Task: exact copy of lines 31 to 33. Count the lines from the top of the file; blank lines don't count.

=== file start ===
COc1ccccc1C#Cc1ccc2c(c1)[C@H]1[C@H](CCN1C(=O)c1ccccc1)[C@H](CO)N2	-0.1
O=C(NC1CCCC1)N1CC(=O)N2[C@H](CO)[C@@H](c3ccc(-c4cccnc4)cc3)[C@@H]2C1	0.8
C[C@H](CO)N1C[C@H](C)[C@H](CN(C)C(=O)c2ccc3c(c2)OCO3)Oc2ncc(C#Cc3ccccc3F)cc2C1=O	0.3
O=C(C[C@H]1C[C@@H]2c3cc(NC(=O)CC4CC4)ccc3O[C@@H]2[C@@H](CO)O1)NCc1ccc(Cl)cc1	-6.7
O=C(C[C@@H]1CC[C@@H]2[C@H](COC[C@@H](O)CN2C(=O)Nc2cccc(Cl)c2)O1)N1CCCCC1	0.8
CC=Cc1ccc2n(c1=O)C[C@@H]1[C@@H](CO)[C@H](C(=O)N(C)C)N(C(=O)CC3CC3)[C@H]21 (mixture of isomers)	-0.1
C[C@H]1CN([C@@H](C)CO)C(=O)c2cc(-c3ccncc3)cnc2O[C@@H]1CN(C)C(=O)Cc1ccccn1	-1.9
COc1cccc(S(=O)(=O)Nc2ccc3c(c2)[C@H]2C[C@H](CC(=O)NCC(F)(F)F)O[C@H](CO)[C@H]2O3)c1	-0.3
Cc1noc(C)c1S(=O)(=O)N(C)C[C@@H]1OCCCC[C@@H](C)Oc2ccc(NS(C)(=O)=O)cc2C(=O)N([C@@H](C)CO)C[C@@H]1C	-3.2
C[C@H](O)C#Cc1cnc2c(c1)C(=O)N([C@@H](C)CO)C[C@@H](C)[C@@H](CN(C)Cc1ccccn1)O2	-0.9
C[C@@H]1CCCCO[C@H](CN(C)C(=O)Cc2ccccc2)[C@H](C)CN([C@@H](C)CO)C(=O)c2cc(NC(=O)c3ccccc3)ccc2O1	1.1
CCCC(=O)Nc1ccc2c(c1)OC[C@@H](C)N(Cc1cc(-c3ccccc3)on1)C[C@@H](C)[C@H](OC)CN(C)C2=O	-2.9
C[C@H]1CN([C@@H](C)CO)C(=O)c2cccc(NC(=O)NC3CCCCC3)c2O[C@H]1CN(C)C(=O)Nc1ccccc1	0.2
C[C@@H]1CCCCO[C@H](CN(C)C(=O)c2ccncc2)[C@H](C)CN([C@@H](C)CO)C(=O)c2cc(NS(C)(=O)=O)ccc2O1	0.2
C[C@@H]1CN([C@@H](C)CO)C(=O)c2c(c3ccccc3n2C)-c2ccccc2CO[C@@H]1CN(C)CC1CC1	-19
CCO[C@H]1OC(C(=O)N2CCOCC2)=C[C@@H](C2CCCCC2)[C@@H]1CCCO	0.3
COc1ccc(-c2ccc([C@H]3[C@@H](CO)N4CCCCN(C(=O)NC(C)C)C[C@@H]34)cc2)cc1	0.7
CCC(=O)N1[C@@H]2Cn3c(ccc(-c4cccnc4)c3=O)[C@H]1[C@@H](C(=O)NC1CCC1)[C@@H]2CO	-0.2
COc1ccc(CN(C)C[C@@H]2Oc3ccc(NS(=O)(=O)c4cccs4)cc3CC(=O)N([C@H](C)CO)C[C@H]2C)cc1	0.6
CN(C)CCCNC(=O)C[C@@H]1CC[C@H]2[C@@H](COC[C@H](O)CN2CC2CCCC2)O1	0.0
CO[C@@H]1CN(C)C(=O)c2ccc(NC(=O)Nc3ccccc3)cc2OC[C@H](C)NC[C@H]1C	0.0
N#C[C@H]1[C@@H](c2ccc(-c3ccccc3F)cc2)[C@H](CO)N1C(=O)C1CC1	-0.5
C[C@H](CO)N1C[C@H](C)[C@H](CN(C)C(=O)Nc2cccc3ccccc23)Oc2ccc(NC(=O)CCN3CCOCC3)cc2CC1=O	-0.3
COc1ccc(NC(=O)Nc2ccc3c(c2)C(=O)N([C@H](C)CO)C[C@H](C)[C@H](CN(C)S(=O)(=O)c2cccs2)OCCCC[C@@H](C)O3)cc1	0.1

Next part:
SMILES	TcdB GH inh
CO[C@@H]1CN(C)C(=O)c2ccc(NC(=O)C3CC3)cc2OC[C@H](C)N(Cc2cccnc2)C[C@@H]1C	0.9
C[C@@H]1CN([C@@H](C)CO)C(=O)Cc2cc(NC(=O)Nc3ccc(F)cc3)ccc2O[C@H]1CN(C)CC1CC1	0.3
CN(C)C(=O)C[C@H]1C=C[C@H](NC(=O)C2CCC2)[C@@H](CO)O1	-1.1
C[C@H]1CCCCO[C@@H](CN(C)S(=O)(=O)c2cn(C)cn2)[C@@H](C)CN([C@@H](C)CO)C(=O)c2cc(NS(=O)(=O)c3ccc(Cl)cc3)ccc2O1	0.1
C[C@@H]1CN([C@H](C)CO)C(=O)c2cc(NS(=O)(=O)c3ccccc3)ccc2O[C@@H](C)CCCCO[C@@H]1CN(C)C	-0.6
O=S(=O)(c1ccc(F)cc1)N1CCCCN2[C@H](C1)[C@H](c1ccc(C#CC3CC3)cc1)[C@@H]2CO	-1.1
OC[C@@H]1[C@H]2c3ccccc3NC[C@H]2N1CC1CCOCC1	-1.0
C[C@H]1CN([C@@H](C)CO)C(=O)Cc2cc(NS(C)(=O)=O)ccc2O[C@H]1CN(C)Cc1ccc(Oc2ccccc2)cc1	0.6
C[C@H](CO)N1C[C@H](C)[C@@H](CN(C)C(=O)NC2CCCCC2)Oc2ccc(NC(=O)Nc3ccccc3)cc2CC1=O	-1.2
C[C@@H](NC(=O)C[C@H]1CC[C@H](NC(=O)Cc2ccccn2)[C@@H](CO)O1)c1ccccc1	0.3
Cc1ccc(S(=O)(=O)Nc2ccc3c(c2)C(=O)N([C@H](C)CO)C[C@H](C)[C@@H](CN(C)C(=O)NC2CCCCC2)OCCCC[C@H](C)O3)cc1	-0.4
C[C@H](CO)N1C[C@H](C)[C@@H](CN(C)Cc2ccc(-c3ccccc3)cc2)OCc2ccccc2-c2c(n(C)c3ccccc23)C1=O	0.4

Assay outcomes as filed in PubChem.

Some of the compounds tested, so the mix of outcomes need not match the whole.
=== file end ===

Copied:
C[C@@H]1CN([C@H](C)CO)C(=O)c2cc(NS(=O)(=O)c3ccccc3)ccc2O[C@@H](C)CCCCO[C@@H]1CN(C)C	-0.6
O=S(=O)(c1ccc(F)cc1)N1CCCCN2[C@H](C1)[C@H](c1ccc(C#CC3CC3)cc1)[C@@H]2CO	-1.1
OC[C@@H]1[C@H]2c3ccccc3NC[C@H]2N1CC1CCOCC1	-1.0